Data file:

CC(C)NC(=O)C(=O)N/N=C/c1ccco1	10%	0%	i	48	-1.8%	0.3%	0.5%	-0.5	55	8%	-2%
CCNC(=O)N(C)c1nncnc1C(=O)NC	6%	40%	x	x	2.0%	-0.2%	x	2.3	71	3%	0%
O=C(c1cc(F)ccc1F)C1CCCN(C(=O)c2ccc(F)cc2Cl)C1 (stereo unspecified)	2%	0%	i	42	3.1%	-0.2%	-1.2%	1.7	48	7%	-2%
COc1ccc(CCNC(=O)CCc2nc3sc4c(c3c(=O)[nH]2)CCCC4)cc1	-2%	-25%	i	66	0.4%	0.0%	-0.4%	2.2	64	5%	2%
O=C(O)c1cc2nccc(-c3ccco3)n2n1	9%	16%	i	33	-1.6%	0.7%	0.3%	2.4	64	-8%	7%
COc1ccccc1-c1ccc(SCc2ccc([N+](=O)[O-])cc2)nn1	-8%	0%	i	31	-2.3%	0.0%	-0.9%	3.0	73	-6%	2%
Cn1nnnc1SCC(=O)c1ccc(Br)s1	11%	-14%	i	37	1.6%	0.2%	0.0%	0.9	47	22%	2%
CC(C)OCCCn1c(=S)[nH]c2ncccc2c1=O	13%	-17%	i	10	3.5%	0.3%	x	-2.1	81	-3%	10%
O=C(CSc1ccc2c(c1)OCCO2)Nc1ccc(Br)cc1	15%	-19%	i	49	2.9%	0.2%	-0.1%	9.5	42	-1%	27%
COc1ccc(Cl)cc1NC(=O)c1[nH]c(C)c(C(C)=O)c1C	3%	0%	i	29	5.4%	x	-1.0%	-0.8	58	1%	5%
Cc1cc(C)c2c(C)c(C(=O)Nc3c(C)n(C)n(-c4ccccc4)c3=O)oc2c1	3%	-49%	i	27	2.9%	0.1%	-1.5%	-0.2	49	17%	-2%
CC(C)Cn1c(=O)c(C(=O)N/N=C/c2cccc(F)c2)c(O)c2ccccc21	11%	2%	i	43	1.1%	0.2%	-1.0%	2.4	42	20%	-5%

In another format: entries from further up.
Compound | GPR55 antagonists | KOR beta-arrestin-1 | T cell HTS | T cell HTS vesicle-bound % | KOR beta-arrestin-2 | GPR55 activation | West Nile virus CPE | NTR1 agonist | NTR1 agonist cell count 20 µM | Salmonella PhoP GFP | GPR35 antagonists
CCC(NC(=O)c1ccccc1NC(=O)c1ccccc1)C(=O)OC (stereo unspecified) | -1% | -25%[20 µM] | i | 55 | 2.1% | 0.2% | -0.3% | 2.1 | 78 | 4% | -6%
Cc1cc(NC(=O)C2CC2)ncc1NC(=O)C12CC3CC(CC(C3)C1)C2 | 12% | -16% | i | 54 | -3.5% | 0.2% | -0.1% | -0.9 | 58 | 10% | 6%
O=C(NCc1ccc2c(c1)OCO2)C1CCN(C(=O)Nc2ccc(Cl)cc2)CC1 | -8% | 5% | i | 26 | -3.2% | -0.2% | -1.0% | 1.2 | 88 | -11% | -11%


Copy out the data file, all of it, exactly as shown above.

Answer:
CC(C)NC(=O)C(=O)N/N=C/c1ccco1	10%	0%	i	48	-1.8%	0.3%	0.5%	-0.5	55	8%	-2%
CCNC(=O)N(C)c1nncnc1C(=O)NC	6%	40%	x	x	2.0%	-0.2%	x	2.3	71	3%	0%
O=C(c1cc(F)ccc1F)C1CCCN(C(=O)c2ccc(F)cc2Cl)C1 (stereo unspecified)	2%	0%	i	42	3.1%	-0.2%	-1.2%	1.7	48	7%	-2%
COc1ccc(CCNC(=O)CCc2nc3sc4c(c3c(=O)[nH]2)CCCC4)cc1	-2%	-25%	i	66	0.4%	0.0%	-0.4%	2.2	64	5%	2%
O=C(O)c1cc2nccc(-c3ccco3)n2n1	9%	16%	i	33	-1.6%	0.7%	0.3%	2.4	64	-8%	7%
COc1ccccc1-c1ccc(SCc2ccc([N+](=O)[O-])cc2)nn1	-8%	0%	i	31	-2.3%	0.0%	-0.9%	3.0	73	-6%	2%
Cn1nnnc1SCC(=O)c1ccc(Br)s1	11%	-14%	i	37	1.6%	0.2%	0.0%	0.9	47	22%	2%
CC(C)OCCCn1c(=S)[nH]c2ncccc2c1=O	13%	-17%	i	10	3.5%	0.3%	x	-2.1	81	-3%	10%
O=C(CSc1ccc2c(c1)OCCO2)Nc1ccc(Br)cc1	15%	-19%	i	49	2.9%	0.2%	-0.1%	9.5	42	-1%	27%
COc1ccc(Cl)cc1NC(=O)c1[nH]c(C)c(C(C)=O)c1C	3%	0%	i	29	5.4%	x	-1.0%	-0.8	58	1%	5%
Cc1cc(C)c2c(C)c(C(=O)Nc3c(C)n(C)n(-c4ccccc4)c3=O)oc2c1	3%	-49%	i	27	2.9%	0.1%	-1.5%	-0.2	49	17%	-2%
CC(C)Cn1c(=O)c(C(=O)N/N=C/c2cccc(F)c2)c(O)c2ccccc21	11%	2%	i	43	1.1%	0.2%	-1.0%	2.4	42	20%	-5%

In another format: entries from further up.
Compound | GPR55 antagonists | KOR beta-arrestin-1 | T cell HTS | T cell HTS vesicle-bound % | KOR beta-arrestin-2 | GPR55 activation | West Nile virus CPE | NTR1 agonist | NTR1 agonist cell count 20 µM | Salmonella PhoP GFP | GPR35 antagonists
CCC(NC(=O)c1ccccc1NC(=O)c1ccccc1)C(=O)OC (stereo unspecified) | -1% | -25%[20 µM] | i | 55 | 2.1% | 0.2% | -0.3% | 2.1 | 78 | 4% | -6%
Cc1cc(NC(=O)C2CC2)ncc1NC(=O)C12CC3CC(CC(C3)C1)C2 | 12% | -16% | i | 54 | -3.5% | 0.2% | -0.1% | -0.9 | 58 | 10% | 6%
O=C(NCc1ccc2c(c1)OCO2)C1CCN(C(=O)Nc2ccc(Cl)cc2)CC1 | -8% | 5% | i | 26 | -3.2% | -0.2% | -1.0% | 1.2 | 88 | -11% | -11%